Japan PM's plans to break with past threaten more friction ahead
TOKYO (Reuters) - When Prime Minister Shinzo Abe holds a ceremony on Sunday to mark a day in history that few voters give much thought, he will also be quietly pushing his agenda to break free from Japan's post-war pacifism that could risk inflaming regional tensions.
This week's friction with China and South Korea over disputed territory and history showed once more that the past still looms large over diplomacy in East Asia.
The conservative Abe's efforts to recast that history in a less apologetic tone and ease the limits of a pacifist, U.S.-drafted constitution on the military are likely to further strain already fraught ties with Beijing and Seoul.
The popular 58-year-old Abe, who regained office for a rare second term in December, had pledged in his Liberal Democratic Party's campaign platform to make April 28 "Return to Sovereignty Day", marking the formal end of U.S.-led Allied occupation seven years after Japan's defeat in World War Two.
Seoul and Beijing may have little to say about a commemoration of the day the San Francisco Treaty took effect, but the ceremony has a less overt but equally vital message.
"Abe is laying the groundwork for revising the constitution. He wants to remind people that the war is over, the post-war period is over, we are in the 21st century and it is time to turn the page," said Jeffrey Kingston, director of Asian studies at Temple University's Japan campus.
"But it's not so easy. Japan doesn't get to make the call because its neighbours are eager to keep Japan twisting on the hook of history."
Abe is enjoying sky-high popularity ratings of over 70 percent as voters applaud his "Abenomics" prescription for boosting the long-stagnant economy with a mix of hyper-easy monetary policy, big spending and structural reform.
Some of Abe's advisers want him to focus on the economy while keeping his conservative agenda on the backburner, at least until after a July upper house election that the ruling bloc needs to win to cement his grip on power.
But those same high voter ratings appear to be encouraging Abe to show more of his ideological colours, signing off on a visit by his deputy to Tokyo's Yasukuni Shrine for war dead, seen by critics as a symbol of past militarism, and warning Japan was prepared to "use force" to defend Japanese-controlled islands in the East China Sea that China also claims.
"It is only natural to honour the spirits of the war dead who gave their lives for the country. Our ministers will not cave in to any threats," Abe told a parliamentary panel on Wednesday. "It is also my job to protect our pride, which rests on history and tradition."
A further flare-up in disputes, with Beijing especially, could threaten the success of "Abenomics" if it damages business ties, which were hit hard last year after a decision by the Japanese government to nationalise disputed isles in the East China Sea triggered violent anti-Japanese protests in China.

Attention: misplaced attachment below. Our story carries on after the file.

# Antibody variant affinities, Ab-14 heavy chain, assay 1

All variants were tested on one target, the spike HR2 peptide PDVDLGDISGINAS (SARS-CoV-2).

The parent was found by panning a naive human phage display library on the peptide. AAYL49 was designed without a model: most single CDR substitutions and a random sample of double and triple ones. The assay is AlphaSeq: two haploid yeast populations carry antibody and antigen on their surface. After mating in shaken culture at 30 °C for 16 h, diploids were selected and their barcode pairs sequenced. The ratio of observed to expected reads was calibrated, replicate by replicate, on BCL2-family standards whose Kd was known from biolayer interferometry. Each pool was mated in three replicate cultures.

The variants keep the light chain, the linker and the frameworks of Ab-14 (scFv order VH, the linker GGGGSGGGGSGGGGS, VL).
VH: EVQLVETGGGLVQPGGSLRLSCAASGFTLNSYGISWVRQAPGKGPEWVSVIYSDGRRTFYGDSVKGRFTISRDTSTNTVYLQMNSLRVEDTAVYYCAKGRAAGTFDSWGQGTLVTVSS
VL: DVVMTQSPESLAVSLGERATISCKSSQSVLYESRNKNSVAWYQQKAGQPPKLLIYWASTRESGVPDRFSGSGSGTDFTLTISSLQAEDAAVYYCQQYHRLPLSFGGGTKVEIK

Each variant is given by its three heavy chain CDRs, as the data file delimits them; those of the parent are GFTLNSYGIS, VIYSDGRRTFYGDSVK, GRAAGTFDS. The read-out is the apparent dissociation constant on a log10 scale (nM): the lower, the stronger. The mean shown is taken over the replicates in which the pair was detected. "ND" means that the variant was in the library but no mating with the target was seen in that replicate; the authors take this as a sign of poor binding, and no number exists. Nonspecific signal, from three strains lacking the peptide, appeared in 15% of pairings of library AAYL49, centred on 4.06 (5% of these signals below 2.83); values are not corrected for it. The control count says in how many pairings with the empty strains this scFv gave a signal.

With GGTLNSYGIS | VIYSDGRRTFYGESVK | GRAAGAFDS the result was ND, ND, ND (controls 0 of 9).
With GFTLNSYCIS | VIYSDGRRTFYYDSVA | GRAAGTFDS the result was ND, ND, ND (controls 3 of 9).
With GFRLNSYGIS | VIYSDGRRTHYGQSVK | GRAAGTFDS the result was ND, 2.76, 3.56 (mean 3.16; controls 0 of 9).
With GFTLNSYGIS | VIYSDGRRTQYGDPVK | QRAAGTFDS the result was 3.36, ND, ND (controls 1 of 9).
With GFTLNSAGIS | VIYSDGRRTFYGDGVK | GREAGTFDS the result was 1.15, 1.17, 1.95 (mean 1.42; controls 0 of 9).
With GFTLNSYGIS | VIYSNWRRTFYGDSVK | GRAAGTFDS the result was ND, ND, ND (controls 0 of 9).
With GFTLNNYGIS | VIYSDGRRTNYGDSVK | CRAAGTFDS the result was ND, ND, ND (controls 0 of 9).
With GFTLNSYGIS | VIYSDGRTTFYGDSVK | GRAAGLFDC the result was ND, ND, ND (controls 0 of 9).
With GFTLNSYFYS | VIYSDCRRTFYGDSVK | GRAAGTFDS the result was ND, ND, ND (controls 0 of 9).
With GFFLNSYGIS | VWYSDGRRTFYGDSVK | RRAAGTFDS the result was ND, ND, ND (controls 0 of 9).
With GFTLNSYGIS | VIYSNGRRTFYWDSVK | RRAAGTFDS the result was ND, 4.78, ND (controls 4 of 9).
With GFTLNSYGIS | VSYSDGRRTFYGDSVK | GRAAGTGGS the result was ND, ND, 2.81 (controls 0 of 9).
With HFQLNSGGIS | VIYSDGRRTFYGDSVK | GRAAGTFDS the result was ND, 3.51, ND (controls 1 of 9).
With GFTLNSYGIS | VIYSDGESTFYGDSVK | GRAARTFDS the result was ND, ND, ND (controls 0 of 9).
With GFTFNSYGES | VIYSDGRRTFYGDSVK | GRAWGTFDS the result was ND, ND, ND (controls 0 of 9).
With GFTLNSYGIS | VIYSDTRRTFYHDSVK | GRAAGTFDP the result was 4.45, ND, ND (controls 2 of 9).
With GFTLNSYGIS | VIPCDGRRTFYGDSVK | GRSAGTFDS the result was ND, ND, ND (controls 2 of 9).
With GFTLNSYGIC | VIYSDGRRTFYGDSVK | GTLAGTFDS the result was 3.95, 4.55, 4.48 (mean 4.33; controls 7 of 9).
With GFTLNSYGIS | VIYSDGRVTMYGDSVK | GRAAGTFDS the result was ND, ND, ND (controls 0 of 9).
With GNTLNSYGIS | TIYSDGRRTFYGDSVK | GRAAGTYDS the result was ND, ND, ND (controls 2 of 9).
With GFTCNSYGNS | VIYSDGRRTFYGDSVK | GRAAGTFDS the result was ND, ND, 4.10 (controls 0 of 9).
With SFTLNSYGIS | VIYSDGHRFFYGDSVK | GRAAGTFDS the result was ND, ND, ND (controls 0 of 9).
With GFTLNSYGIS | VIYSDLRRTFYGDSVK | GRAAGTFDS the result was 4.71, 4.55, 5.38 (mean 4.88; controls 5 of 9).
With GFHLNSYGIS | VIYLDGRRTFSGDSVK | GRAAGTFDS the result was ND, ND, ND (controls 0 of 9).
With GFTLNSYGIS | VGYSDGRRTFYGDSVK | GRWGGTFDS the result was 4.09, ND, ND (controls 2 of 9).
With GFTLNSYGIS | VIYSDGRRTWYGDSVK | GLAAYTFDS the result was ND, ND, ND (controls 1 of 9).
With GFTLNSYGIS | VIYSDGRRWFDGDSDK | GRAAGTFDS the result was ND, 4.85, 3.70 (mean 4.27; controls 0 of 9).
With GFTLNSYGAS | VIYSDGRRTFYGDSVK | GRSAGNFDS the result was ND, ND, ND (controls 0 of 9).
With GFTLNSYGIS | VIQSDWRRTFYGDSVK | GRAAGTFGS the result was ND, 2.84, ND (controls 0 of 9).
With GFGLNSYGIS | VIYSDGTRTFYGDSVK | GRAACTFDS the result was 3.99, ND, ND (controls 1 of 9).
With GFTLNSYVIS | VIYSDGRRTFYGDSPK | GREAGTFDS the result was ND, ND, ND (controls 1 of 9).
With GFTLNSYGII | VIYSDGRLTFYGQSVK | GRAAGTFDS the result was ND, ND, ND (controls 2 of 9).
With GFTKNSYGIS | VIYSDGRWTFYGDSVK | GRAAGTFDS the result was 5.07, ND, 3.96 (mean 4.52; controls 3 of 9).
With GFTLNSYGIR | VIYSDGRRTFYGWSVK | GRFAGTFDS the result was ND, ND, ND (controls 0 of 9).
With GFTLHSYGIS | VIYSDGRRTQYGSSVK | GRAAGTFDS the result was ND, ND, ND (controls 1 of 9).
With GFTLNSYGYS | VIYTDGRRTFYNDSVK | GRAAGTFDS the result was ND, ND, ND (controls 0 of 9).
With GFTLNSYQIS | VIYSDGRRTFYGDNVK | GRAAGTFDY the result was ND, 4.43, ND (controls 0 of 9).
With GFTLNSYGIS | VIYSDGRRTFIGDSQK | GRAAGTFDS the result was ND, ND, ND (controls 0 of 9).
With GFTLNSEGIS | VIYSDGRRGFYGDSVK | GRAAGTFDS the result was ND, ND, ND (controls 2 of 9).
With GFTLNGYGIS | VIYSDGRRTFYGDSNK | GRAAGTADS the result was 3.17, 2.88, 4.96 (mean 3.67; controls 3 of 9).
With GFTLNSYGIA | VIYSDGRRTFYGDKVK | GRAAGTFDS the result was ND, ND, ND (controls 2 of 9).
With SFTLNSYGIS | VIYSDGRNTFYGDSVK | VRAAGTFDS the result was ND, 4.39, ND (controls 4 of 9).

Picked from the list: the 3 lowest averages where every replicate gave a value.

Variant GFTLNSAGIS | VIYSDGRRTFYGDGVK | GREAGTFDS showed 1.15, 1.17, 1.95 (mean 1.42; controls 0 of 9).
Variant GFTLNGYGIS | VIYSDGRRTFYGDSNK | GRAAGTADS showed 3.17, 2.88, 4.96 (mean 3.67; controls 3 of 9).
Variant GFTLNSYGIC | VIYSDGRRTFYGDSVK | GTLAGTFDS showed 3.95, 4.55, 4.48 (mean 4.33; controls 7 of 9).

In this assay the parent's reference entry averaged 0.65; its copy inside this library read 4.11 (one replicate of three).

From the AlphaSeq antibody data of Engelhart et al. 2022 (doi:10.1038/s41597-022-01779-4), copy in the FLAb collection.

"Think how many business executives working in China are tearing their hair out, thinking 'not again'," Kingston said. "China is absolutely crucial to Japan's economy."
Historic bitterness over Japan's wartime aggression resurfaced this week after Abe sent a ritual offering and his Deputy Prime Minister Taro Aso visited Yasukuni Shrine. More than 160 lawmakers also paid their respects on Tuesday at its annual spring festival.
Leading politicians' visits to the shrine, where 14 Japanese leaders convicted as war criminals by an Allied tribunal are honoured with the country's war dead, have long angered Asian countries where memories of Japan's past militarism run deep.
Tensions also heated up in a Sino-Japanese row over the disputed islands, known as the Senkaku in Japan and the Diaoyu in China, after a flotilla of Japanese nationalists sailed near the rocky islets and China sent eight surveillance ships into what Tokyo considers its waters.
Abe has spoken out with greater frequency in recent weeks about his desire to revise the constitution, first by lowering the bar for future changes. Under the charter's Article 96, revisions must be approved by two-thirds of both houses of parliament before holding a national referendum, where a majority must back the change. Abe wants to require a simple majority of lawmakers ahead of the national public vote.
Sunday's ceremony "is certainly a prelude to revising the constitution. The logic is the same: that we lost our sovereignty, we regained it after the occupation but it will not be fully regained until we revise the constitution that was imposed on us," said Sophia University professor Koichi Nakano.
"It is giving a foretaste of what is to come."
(Editing by Alex Richardson)
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